An Old Player Receives New Lease on LifeJanuary 19, 2011
A historic oil field south of Houston, seemingly on its last leg after more than 80 years in service, is making a comeback.
A North Texas company has launched a sweeping project to tap potentially huge oil reserves still left in the ground at the famed Hastings field, located between Alvin and Pearland.
The project aims to free stranded oil by injecting carbon dioxide into the once-prolific reservoir in a process used since the 1970s in West Texas to coax more crude from aging fields.
It is made possible by a new $1 billion pipeline that carries the gas from south Louisiana to Hastings, and that eventually could help revive a number of dormant fields along the Gulf Coast.
Using conventional extraction methods, oil companies typically recover about a third of the oil in a reservoir. When carbon dioxide is injected into a well, however, it mixes with trapped oil and creates a new fluid that is less viscous and flows out more easily. Recovery rates can rise to 60 percent.
Plano-based Denbury Resources still has months of work to do before the project begins producing oil.
That work includes building new infrastructure and pulling up decades’ worth of oil field detritus.
And it includes winning over residents, not all of them excited about the prospect of yet another new oil development at Hastings.
“There’s a lot of scars on the acreage over the years,” said Marty Toombs, operations engineer for Denbury, during a recent tour of the field.
The Hastings project arrives as rising crude prices are providing fresh incentive for oil companies to pursue more costly or experimental projects that otherwise might not be feasible.
It also highlights the potential of enhanced oil recovery techniques, both to boost U.S. oil supplies and to dispose of large quantities of carbon dioxide, a heat-trapping gas linked to climate change.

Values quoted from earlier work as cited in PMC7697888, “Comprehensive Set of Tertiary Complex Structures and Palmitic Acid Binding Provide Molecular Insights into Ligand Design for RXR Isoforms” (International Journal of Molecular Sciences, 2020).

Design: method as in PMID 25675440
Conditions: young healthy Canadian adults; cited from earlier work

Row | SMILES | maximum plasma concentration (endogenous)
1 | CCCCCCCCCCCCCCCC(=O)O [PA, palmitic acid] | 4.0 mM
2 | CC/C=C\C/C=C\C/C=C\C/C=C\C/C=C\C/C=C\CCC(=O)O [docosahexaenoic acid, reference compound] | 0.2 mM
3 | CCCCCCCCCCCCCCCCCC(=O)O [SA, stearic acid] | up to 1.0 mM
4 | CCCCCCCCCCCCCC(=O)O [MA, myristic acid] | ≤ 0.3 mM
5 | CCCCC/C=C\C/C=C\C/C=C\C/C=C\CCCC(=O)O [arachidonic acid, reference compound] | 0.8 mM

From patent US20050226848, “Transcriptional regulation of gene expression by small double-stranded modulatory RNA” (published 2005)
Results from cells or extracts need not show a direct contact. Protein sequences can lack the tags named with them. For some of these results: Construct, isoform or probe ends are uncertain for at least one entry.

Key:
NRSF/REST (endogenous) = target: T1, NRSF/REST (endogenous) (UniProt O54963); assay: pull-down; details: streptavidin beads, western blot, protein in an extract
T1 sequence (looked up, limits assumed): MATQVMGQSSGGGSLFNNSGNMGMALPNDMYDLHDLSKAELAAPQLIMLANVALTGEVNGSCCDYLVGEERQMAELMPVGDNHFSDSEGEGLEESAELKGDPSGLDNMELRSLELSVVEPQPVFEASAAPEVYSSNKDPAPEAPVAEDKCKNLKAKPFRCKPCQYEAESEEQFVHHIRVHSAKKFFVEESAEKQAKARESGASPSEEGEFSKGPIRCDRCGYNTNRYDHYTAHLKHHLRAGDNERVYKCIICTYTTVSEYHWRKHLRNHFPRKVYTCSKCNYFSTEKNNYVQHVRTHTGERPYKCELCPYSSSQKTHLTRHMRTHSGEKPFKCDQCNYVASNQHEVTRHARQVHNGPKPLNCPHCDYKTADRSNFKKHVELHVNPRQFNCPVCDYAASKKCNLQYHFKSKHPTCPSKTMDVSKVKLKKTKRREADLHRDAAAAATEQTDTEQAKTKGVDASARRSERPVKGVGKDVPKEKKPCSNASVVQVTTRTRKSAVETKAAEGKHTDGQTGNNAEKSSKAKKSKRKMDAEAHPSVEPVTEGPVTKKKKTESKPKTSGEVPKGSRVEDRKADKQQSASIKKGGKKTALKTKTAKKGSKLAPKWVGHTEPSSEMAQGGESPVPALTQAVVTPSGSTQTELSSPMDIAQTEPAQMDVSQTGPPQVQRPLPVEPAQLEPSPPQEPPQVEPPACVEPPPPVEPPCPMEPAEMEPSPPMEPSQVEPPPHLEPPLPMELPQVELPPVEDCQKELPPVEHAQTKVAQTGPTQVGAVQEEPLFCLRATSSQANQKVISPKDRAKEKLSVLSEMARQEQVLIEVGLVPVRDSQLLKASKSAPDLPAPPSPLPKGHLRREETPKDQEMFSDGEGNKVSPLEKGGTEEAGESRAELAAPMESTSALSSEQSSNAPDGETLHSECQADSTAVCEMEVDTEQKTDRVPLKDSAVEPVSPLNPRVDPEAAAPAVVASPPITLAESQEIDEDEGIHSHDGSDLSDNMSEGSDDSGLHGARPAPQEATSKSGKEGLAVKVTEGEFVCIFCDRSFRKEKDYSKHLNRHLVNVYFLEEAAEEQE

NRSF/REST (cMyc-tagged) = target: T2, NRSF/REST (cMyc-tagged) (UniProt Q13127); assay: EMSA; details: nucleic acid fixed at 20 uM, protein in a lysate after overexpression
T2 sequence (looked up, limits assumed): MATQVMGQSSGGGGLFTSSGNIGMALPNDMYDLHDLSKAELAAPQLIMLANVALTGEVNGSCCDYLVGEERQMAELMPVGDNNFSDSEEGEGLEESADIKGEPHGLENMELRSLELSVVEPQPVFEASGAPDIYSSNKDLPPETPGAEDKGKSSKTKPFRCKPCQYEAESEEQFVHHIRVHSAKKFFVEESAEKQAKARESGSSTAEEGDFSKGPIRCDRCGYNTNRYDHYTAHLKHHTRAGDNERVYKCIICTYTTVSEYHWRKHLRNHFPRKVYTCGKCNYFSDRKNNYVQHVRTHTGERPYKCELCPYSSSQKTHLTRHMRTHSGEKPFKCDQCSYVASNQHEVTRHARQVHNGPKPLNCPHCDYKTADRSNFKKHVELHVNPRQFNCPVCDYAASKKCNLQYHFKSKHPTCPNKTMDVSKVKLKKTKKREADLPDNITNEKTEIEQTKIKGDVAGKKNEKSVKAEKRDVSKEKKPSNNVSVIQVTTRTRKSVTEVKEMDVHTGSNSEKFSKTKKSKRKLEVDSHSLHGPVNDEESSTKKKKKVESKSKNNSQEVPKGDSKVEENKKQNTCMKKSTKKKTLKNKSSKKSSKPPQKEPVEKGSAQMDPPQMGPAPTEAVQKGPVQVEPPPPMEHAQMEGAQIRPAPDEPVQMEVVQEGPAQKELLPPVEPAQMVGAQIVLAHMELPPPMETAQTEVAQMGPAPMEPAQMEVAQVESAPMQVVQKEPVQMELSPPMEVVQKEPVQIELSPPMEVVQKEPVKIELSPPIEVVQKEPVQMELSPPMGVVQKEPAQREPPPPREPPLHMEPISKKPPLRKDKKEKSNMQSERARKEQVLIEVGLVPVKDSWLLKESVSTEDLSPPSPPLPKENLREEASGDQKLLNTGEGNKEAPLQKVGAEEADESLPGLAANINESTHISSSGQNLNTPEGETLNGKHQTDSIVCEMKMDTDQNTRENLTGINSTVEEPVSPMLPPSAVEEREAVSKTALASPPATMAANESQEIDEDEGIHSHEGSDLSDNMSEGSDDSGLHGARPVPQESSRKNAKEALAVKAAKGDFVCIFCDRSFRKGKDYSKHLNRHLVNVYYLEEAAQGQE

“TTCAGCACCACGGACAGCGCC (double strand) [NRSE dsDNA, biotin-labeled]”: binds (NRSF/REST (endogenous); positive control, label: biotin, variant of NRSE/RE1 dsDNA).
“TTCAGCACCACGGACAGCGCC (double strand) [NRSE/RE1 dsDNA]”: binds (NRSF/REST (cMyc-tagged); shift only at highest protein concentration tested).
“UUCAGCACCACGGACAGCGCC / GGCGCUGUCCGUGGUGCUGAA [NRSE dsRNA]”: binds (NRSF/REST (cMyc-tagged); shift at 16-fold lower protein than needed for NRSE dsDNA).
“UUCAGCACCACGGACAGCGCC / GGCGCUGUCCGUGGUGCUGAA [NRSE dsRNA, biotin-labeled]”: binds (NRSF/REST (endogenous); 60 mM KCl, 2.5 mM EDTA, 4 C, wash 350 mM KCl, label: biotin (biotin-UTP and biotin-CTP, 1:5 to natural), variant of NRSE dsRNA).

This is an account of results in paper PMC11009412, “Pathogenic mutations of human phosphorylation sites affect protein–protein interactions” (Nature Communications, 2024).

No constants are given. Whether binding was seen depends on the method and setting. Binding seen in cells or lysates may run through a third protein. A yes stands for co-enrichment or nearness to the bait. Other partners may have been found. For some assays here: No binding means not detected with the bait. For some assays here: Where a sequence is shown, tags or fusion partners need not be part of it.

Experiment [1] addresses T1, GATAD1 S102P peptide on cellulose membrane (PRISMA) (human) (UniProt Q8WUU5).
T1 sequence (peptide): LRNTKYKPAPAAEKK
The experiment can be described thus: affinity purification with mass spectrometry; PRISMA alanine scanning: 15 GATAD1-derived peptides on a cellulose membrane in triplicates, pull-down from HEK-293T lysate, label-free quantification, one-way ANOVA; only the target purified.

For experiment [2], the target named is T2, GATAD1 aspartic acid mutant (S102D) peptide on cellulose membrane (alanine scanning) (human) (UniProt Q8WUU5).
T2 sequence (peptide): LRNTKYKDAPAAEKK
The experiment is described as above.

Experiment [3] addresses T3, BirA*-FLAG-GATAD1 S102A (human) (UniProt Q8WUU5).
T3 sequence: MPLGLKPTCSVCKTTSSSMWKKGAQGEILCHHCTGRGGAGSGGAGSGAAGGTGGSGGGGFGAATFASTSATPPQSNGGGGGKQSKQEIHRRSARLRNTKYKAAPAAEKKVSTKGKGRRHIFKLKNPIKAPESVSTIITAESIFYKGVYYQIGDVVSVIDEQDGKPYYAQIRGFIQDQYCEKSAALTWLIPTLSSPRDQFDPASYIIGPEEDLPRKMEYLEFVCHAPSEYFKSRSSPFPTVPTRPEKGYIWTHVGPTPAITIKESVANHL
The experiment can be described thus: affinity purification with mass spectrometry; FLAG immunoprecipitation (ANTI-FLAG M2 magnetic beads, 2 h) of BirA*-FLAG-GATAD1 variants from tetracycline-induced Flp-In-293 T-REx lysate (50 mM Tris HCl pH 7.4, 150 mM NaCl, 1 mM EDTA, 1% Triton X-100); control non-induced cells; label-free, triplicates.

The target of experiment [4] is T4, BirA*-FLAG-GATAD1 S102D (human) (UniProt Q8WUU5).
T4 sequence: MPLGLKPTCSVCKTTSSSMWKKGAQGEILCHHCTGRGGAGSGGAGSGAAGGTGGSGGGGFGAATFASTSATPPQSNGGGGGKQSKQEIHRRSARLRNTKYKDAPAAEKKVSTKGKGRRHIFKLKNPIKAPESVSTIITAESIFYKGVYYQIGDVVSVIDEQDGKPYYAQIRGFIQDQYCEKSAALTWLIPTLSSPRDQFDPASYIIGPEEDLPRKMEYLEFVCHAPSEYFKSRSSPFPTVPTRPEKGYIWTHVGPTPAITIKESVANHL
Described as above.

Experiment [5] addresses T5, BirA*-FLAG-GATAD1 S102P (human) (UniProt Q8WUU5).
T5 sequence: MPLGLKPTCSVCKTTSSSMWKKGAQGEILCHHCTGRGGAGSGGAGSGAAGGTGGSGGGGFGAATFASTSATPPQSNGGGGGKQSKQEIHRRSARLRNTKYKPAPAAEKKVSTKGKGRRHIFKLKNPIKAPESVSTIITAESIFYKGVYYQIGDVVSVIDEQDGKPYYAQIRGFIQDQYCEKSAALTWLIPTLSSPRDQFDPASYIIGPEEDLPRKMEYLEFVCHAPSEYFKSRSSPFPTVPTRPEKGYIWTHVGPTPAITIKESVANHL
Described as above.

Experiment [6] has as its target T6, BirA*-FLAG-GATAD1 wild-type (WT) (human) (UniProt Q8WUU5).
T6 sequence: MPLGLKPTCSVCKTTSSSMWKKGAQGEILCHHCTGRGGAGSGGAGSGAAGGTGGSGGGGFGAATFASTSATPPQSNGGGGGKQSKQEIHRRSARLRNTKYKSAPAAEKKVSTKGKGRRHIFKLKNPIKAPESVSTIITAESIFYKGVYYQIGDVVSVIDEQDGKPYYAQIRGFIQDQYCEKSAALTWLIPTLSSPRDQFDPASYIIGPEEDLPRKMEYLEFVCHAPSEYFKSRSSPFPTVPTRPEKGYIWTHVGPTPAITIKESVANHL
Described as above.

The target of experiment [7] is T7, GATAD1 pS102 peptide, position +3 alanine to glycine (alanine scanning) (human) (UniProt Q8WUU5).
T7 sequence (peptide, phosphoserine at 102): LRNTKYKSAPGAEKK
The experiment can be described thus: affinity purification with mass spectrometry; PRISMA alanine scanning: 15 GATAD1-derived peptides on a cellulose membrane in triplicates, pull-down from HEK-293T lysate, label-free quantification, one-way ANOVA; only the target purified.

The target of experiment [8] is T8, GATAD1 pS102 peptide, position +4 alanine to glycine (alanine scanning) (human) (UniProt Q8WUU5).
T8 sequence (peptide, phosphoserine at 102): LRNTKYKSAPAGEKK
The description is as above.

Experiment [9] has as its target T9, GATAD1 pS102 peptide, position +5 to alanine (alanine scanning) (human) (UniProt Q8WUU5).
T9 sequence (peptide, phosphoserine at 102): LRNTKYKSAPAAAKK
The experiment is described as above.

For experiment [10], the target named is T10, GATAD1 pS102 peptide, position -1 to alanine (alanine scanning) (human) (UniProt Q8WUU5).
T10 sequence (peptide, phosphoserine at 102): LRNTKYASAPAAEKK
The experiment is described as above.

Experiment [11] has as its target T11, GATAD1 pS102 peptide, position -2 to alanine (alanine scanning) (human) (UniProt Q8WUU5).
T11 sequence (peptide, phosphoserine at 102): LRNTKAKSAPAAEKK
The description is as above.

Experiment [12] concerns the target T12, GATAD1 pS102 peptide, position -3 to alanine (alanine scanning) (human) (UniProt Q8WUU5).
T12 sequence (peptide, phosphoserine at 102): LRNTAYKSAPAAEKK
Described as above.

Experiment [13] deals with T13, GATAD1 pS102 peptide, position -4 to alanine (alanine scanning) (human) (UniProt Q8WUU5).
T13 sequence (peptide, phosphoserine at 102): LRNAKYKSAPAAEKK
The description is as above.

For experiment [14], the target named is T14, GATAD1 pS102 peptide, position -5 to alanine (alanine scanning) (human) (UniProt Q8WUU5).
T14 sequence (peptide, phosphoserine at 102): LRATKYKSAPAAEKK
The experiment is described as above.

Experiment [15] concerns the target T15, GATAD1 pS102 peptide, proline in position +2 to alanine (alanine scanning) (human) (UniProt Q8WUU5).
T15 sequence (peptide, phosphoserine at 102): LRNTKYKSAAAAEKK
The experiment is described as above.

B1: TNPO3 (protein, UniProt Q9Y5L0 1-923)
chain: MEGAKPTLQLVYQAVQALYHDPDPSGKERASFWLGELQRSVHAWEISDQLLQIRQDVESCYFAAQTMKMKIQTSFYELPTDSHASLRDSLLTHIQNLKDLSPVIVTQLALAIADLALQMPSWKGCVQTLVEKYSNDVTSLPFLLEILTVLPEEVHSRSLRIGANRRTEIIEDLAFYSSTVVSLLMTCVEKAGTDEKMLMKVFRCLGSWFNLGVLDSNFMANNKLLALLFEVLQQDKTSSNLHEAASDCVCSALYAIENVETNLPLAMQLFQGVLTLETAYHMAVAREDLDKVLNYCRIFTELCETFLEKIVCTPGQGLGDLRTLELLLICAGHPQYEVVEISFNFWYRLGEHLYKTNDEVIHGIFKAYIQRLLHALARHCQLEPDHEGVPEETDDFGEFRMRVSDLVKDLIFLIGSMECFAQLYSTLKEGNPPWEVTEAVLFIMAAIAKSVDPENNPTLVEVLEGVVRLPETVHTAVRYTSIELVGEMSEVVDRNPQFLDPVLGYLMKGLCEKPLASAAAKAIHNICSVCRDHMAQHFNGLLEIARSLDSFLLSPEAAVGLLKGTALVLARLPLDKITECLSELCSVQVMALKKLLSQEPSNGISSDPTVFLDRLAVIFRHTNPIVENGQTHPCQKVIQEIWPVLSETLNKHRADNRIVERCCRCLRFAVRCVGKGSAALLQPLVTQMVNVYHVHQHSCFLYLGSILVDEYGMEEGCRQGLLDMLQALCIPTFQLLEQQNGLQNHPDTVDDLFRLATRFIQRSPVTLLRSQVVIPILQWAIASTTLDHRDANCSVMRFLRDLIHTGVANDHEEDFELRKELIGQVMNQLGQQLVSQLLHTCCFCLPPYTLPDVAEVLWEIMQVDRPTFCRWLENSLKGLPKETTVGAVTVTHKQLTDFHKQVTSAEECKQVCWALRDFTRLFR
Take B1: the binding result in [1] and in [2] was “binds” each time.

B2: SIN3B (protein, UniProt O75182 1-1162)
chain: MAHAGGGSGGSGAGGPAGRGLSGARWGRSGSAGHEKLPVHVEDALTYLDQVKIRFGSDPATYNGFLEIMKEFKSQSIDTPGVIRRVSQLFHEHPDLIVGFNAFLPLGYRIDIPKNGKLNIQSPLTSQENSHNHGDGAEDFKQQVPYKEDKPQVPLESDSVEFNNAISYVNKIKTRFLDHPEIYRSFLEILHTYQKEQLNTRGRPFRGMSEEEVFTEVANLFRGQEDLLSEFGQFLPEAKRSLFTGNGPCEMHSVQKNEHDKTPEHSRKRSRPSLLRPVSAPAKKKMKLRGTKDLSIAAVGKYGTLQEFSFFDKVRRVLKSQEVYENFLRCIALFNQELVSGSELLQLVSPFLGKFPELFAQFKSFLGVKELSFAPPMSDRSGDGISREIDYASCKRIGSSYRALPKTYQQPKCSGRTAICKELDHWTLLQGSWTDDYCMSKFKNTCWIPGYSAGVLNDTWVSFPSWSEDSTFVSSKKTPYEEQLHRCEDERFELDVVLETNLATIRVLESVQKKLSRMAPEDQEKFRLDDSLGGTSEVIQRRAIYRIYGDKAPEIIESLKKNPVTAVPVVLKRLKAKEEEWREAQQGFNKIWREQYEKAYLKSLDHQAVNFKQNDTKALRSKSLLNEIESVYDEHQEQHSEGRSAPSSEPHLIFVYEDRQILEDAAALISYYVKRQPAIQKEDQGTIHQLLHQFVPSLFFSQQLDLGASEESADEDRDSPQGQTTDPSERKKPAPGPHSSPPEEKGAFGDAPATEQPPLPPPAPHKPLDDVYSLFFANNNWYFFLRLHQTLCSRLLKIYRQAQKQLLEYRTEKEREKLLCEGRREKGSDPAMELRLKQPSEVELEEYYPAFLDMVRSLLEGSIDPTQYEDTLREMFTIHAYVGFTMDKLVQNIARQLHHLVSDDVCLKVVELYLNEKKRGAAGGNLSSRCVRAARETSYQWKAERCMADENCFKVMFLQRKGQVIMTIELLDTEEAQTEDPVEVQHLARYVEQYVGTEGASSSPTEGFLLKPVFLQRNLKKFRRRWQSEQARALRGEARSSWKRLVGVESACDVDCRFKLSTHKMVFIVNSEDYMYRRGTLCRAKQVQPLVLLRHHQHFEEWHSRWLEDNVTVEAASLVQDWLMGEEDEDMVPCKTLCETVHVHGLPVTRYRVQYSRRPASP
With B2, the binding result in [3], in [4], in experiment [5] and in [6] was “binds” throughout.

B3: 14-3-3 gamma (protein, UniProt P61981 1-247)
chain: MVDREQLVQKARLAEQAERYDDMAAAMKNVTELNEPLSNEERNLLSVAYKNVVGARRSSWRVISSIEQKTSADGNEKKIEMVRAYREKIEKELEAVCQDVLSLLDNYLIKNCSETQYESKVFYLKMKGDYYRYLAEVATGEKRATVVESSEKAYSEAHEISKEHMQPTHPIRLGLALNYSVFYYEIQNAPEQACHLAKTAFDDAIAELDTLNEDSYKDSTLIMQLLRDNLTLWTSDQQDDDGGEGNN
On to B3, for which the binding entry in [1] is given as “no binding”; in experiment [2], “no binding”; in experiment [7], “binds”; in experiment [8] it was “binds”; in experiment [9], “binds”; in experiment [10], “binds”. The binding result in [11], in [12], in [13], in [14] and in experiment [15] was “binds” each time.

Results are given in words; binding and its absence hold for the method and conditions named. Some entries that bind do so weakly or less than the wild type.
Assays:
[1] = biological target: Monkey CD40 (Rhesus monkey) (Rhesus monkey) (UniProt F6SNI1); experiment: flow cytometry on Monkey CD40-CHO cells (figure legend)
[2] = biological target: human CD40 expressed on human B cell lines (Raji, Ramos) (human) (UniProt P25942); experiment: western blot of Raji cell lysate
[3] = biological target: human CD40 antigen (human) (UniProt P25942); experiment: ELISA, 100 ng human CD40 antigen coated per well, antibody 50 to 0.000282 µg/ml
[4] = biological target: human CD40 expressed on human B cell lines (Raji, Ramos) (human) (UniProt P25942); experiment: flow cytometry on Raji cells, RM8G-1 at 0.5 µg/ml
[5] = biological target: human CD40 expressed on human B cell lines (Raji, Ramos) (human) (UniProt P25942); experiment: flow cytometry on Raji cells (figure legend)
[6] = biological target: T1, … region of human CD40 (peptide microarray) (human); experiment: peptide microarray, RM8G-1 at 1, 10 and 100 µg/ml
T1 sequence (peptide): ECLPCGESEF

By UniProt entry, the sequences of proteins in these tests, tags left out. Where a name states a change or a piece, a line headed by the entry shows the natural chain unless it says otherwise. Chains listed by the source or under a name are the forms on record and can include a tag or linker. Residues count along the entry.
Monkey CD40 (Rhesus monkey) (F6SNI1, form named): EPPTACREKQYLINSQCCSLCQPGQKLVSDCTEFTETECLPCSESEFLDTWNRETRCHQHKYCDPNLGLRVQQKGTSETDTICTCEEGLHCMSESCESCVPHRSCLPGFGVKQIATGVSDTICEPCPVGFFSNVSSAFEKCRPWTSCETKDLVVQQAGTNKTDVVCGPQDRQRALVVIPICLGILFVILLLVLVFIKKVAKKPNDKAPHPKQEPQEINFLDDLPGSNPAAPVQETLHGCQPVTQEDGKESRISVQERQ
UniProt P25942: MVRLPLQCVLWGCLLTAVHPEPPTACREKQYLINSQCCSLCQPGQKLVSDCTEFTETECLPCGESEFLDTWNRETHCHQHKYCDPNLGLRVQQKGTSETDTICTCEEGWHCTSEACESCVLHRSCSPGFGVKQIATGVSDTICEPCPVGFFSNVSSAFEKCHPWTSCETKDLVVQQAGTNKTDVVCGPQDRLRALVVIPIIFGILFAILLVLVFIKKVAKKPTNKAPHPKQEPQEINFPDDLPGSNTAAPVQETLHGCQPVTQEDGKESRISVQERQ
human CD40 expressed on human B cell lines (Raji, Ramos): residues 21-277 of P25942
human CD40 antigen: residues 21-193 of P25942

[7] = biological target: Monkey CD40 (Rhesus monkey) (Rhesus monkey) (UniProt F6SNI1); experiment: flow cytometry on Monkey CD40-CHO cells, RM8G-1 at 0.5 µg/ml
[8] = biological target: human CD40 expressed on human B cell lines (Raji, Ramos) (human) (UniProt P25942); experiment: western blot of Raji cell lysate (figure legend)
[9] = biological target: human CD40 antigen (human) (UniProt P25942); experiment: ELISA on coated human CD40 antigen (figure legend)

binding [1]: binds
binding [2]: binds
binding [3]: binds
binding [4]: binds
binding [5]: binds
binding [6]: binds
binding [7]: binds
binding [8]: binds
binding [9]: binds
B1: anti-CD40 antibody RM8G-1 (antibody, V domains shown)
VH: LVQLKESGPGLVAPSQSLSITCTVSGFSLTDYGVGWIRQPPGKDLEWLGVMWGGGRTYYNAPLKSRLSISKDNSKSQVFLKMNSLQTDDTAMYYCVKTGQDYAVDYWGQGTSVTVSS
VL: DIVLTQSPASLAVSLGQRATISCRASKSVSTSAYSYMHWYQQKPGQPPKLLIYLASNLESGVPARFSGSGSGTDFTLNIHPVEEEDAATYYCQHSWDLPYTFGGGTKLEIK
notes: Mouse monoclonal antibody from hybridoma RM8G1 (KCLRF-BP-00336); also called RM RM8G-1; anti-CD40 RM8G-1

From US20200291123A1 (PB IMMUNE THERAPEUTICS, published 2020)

The techniques could produce 85 billion additional barrels of oil in U.S. oil fields, with more than half of that profitable to extract at crude prices above $70 a barrel, according to a study early last year by Advanced Resources International.
Output could be even higher if regulators created incentives to capture carbon dioxide from industrial sources like power plants and steer it to oil production, the group said.
In Texas, one of the top oil-producing states, carbon dioxide-enhanced oil recovery projects already account for more than 15 percent of the average annual oil production, though most is from mature fields in West Texas’ Permian Basin, according to the University of Texas’ Bureau of Economic Geology.
Outside the Permian Basin, more than 5.7 billion additional barrels of oil could be produced statewide using the technology, the bureau estimates.
Susan Hovorka, a senior research scientist at the bureau, said it’s impossible to estimate the cost of going after those barrels, given variables like drilling expenses, cost of carbon dioxide and other factors. But with oil now trading around $90 a barrel, she said, investors are interested.
To this point, the biggest obstacle in redeveloping Gulf Coast fields like Hastings has been lack of a readily available source of carbon dioxide.
Denbury’s 320-mile Green Pipeline changes that. It transports carbon dioxide, mined in Mississippi, from Donaldsonville, La., to the Hastings field. Ultimately, Denbury hopes it also will carry carbon dioxide collected from Gulf Coast refiners, chemical plants and other industrial facilities — and be extended to other fields, including the much larger Conroe oil field in Montgomery County.
The Hastings field was discovered in 1934 by Stanolind Oil and Gas Co. and has produced about 600 million barrels of oil from 600 wells over its life. After hitting peak production of 75,000 barrels per day in the mid-1970s, it now yields just 1,000 barrels a day, according to Denbury, which took over the western portion of the field in early 2009.
Toombs, the operations engineer, said Denbury has been able to boost output at similar fields up to eightfold by injecting carbon dioxide.
He declined to share forecasts for Hastings but noted, “Denbury did not purchase this property to operate it as is.”
The firm, which started carbon dioxide injections in four wells at Hastings last month, expects to start producing oil late this year.This entry was posted in Oil & Gas. Bookmark the permalink. ← Offshore Industry Health & Safety Representatives Course (Australia) →